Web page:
The environment changed for the better with the onset of economic liberalization in the 1990s. It allowed entrepreneurs to think and act freely. They were no longer constrained by opaqueness of the system. Systemic changes coupled with new bursts of entrepreneurial energy brought into force a new momentum. But it took some time to convince the entrepreneurial class that the change was for real and in fact sustainable.
This partly explains the rather subdued growth of corporate philanthropy in the 1990s, despite the onset of liberalization.
Every passing day in the last decade has brought new confidence. We have seen its reflection in a conspicuous surge in philanthropic contributions, both at the individual and corporate level, particularly during the last couple of years.
It will be very simplistic to look at corporate contributions merely in terms of the financial commitments. Instead, it will be more appropriate to take a holistic view of their role in social welfare, working towards a triple P (people, planet and profit) bottom line.
To me, philanthropy is less about financial numbers and more about intent, execution and outcome. An individual donation may not always come in the shape of a financial contribution. It can be devotion of personal time and effort. Similarly, for an entrepreneur, developing a low-cost product or service and distributing it efficiently across remote areas to deliver life-transforming possibilities, despite running on thin bottom lines could mean as much commitment to social welfare as a big direct contribution. The concept of “social business” is quite relevant in this context wherein some entrepreneurs do not generate a profit but a “contentment dividend” for its shareholders.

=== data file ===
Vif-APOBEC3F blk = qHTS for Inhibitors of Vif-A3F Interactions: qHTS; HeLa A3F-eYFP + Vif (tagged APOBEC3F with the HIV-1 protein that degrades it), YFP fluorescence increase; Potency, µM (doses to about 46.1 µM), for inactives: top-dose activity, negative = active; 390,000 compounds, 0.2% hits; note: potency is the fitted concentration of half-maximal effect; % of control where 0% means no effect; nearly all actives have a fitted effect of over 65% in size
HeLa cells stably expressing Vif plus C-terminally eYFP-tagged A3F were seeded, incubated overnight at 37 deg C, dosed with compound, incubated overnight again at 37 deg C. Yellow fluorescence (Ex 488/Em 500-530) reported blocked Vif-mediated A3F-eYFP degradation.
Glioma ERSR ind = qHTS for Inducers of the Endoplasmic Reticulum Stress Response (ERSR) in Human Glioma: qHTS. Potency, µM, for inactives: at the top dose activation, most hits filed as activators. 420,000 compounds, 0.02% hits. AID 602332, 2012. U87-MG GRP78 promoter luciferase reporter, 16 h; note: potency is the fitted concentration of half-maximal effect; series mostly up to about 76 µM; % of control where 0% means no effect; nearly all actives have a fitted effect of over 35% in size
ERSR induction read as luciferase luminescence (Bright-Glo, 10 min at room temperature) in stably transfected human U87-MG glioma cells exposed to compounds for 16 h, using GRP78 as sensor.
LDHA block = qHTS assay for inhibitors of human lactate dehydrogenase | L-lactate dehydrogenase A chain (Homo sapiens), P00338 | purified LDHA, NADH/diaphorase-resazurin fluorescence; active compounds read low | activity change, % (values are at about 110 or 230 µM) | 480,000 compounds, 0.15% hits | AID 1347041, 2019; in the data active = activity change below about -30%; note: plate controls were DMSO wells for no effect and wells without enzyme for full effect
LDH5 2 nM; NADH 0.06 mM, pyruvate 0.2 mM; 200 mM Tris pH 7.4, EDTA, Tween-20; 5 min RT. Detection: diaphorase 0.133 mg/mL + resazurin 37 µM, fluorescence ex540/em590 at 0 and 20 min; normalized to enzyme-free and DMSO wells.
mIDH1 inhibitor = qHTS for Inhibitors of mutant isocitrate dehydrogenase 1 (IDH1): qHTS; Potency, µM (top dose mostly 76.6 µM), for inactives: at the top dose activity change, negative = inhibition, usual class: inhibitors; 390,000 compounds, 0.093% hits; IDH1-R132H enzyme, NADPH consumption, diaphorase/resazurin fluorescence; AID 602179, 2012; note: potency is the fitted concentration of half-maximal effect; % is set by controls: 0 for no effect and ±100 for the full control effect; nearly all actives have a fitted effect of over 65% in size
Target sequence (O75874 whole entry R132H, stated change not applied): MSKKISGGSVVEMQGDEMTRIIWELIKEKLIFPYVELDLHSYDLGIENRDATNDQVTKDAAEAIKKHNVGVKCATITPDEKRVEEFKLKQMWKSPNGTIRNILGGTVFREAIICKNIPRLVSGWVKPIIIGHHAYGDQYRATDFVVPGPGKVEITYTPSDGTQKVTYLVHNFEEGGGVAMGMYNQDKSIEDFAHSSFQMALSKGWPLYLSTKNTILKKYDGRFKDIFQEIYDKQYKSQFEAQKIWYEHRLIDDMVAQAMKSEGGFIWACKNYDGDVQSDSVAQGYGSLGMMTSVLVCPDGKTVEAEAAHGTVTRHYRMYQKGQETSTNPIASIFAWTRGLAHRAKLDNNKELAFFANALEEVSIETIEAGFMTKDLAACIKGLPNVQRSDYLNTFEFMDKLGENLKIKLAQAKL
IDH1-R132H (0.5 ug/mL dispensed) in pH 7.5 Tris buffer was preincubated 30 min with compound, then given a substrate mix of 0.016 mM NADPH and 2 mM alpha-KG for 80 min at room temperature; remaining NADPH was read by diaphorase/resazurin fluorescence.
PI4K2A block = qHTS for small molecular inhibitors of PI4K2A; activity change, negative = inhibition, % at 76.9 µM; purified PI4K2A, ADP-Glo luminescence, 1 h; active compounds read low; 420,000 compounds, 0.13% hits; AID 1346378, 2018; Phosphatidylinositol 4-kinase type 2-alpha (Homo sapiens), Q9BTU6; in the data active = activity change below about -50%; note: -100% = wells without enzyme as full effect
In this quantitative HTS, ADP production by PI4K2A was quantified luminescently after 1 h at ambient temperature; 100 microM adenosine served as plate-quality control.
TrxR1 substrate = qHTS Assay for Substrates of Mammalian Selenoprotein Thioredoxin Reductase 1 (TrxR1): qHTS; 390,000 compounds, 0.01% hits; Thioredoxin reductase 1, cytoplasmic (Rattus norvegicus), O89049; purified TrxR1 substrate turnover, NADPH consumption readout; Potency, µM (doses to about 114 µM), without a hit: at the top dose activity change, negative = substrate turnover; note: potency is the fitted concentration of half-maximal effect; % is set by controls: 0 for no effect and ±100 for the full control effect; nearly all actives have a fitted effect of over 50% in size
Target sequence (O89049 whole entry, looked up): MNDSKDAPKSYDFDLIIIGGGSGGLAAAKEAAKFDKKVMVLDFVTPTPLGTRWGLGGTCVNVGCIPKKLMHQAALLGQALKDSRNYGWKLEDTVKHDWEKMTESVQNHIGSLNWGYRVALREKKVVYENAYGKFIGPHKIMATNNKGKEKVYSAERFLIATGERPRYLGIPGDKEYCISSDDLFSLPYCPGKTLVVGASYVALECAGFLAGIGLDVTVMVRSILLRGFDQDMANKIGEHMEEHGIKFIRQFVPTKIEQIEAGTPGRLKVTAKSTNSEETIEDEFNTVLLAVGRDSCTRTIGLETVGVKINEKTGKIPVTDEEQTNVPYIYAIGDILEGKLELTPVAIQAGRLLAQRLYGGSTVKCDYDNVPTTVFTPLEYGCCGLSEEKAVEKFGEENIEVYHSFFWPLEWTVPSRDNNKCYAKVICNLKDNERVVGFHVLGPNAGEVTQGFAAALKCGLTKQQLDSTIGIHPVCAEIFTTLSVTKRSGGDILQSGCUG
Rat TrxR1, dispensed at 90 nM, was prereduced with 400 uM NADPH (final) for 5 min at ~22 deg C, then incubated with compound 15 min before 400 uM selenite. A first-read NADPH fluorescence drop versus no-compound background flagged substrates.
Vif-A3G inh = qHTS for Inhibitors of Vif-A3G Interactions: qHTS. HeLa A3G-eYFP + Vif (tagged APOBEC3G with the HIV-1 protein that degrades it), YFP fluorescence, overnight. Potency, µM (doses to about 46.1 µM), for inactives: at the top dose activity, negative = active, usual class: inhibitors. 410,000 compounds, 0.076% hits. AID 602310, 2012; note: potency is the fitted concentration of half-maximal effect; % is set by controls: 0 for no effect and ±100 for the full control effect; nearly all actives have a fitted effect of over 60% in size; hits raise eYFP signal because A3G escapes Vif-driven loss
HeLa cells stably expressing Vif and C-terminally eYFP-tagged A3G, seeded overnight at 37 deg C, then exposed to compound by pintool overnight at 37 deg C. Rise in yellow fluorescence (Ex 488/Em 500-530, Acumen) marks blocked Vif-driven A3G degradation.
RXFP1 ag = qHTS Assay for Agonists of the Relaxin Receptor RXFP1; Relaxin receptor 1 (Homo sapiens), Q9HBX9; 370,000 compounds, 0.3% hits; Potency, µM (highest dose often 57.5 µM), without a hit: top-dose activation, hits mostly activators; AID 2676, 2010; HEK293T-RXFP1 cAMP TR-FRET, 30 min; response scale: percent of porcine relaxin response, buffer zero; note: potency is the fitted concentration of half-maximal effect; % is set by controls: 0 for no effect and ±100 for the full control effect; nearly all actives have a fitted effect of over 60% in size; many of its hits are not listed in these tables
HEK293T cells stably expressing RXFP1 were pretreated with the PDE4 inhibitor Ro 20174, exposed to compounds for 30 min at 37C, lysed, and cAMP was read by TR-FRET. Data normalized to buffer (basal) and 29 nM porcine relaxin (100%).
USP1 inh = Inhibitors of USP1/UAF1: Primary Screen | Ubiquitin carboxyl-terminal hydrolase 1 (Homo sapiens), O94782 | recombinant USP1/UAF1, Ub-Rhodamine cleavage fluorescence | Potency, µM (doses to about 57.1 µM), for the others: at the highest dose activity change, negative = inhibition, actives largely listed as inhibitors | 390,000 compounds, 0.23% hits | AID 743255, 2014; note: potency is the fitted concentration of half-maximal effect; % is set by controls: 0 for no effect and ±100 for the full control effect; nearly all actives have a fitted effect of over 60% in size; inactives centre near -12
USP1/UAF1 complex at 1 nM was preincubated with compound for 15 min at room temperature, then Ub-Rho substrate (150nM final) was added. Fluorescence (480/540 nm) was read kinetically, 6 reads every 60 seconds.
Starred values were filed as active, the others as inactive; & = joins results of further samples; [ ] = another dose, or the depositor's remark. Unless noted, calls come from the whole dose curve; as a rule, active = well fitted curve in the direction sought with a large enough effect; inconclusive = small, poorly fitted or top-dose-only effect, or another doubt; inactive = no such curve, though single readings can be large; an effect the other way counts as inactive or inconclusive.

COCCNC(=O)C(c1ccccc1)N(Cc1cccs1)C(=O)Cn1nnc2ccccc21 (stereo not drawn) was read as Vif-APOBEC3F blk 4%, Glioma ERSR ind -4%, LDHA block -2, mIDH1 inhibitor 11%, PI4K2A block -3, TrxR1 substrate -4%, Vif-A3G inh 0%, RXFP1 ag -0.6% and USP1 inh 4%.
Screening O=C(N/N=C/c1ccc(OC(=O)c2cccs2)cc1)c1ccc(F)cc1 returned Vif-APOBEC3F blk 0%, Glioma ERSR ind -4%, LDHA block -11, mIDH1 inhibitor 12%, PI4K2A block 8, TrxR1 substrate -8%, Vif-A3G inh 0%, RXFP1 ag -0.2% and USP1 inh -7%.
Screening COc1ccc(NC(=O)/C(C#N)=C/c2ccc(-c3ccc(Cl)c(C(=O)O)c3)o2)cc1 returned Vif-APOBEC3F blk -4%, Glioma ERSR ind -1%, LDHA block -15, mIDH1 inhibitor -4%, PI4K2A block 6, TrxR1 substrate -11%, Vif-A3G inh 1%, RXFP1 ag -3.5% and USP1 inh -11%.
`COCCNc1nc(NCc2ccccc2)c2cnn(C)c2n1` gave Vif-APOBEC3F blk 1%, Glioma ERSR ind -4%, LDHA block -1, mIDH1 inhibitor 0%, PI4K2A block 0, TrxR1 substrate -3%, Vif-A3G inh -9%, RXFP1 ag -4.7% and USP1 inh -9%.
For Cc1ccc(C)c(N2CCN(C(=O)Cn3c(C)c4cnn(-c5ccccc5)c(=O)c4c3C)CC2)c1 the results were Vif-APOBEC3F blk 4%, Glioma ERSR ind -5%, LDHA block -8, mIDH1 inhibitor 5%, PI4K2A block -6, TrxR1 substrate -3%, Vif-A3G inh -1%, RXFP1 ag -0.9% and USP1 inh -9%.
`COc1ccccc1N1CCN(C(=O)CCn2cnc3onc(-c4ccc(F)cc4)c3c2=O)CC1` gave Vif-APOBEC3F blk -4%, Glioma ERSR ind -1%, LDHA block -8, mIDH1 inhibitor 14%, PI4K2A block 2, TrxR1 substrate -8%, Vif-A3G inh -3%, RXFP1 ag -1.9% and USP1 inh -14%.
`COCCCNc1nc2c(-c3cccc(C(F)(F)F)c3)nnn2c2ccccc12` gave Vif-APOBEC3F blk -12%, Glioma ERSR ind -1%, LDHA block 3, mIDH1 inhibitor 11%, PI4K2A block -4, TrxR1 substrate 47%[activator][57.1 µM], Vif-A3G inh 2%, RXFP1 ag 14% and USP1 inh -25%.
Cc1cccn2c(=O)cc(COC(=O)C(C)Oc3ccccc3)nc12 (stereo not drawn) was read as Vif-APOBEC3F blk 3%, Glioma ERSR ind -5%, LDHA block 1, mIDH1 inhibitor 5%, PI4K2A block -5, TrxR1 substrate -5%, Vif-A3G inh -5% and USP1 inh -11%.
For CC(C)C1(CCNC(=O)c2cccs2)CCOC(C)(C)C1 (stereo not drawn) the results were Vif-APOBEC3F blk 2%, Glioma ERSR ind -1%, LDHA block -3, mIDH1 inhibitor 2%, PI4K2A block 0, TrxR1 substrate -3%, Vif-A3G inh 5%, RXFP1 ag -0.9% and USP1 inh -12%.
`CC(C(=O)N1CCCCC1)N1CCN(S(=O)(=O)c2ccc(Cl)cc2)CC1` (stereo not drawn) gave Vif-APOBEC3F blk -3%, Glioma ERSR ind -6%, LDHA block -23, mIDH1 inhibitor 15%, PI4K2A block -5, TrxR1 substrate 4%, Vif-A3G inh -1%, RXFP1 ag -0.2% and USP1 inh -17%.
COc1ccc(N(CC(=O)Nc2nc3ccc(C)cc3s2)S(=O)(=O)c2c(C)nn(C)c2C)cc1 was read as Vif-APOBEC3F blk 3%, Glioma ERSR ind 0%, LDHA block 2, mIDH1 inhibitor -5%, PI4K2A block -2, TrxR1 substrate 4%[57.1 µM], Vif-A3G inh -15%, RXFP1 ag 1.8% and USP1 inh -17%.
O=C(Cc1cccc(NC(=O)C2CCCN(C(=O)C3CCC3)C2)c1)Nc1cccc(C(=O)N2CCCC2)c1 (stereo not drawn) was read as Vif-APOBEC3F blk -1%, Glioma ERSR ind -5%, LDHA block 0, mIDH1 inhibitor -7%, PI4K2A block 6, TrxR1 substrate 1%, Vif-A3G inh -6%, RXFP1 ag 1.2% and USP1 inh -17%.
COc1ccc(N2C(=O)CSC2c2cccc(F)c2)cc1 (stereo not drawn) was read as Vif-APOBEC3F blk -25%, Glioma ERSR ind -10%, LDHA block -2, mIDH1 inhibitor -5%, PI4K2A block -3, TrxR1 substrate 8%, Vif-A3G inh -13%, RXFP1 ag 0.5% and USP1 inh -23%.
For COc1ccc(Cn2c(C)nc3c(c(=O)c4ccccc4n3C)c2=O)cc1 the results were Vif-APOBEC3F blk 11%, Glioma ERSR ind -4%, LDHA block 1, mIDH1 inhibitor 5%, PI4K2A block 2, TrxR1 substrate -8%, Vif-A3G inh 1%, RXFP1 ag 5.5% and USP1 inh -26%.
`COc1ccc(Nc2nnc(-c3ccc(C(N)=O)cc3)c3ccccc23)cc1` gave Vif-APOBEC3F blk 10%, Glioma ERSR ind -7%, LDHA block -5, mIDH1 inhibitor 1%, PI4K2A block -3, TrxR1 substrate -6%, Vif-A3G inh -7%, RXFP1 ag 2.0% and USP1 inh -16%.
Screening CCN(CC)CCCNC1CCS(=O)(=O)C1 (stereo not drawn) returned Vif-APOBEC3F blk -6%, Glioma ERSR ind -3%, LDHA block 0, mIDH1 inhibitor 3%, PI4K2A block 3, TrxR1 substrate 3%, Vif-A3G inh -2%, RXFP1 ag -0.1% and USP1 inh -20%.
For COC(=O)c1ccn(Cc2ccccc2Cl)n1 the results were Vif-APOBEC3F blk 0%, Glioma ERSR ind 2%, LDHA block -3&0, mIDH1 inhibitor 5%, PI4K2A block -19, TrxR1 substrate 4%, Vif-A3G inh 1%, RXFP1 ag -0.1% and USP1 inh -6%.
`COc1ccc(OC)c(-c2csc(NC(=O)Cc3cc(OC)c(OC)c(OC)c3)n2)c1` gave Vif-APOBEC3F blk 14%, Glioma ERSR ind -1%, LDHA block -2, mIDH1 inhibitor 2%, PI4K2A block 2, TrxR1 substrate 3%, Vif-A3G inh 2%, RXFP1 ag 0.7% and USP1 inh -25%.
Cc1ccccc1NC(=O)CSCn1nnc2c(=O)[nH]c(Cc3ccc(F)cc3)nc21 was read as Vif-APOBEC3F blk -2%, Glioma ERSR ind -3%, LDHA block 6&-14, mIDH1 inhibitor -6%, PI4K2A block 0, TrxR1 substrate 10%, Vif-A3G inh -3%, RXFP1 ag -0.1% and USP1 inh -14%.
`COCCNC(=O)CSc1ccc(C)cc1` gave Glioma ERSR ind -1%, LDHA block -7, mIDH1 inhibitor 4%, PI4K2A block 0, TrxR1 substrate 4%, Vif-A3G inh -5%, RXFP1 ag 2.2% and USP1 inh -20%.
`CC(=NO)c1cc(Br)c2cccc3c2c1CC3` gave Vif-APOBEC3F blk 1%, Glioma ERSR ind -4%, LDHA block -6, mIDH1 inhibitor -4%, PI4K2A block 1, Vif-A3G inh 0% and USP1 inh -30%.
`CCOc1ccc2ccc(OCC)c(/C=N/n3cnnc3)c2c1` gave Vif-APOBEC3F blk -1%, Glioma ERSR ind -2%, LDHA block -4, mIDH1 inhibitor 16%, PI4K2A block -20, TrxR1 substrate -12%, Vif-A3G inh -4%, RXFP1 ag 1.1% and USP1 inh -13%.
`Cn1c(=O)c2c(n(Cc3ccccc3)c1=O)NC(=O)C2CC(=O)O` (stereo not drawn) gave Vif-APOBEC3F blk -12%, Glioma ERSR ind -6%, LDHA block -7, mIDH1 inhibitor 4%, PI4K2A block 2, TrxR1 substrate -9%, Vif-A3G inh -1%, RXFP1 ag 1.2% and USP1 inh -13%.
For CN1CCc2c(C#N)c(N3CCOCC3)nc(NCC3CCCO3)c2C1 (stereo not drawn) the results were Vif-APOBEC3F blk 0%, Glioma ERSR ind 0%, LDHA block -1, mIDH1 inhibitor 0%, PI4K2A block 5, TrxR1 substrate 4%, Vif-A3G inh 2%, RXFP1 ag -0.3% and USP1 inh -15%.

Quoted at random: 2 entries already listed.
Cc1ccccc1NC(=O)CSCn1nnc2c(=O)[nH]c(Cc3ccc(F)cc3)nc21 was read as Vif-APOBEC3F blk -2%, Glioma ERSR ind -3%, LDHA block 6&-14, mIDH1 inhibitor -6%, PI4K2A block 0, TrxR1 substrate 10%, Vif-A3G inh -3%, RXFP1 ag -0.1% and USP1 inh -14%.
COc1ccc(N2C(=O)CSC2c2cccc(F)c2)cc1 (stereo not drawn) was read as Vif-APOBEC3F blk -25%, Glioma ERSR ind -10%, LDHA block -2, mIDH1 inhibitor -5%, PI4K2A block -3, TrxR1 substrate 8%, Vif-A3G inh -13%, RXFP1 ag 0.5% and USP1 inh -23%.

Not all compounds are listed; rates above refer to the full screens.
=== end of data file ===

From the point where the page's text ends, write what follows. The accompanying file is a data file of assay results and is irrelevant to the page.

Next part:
As critical as raising philanthropic contributions is the creation of “specialist” infrastructure to channel them to the desired objectives. This is precisely the reason why the US is able to handle donations worth $300 billion in a year and address issues on a global scale. There is an urgent need to professionalize the infrastructure in the country to execute large-scale social initiatives.
Not every donor needs to reach the remote villages to contribute to their well-being.
Collaboration is clearly a wise option, much like the way Warren Buffett partners with the Bill and Melinda Gates Foundation to channel his contributions. My own organization, the Bharti Foundation, which specializes in delivering quality education, is already running 237 schools reaching out to over 30,000 underprivileged children in rural India. It recently collaborated with Google to channel a part of the latter’s social investment ($5 million) in the country.
Thanks to the current economic momentum, Indian philanthropy has a new lease of life.
The best part of this revival lies as much in the size of contributions as in the widening of the donor base. I clearly see a massive movement emerging, where millions participate—in their own little or big way—to change lives of their unfortunate brethren not just in the country but across the world.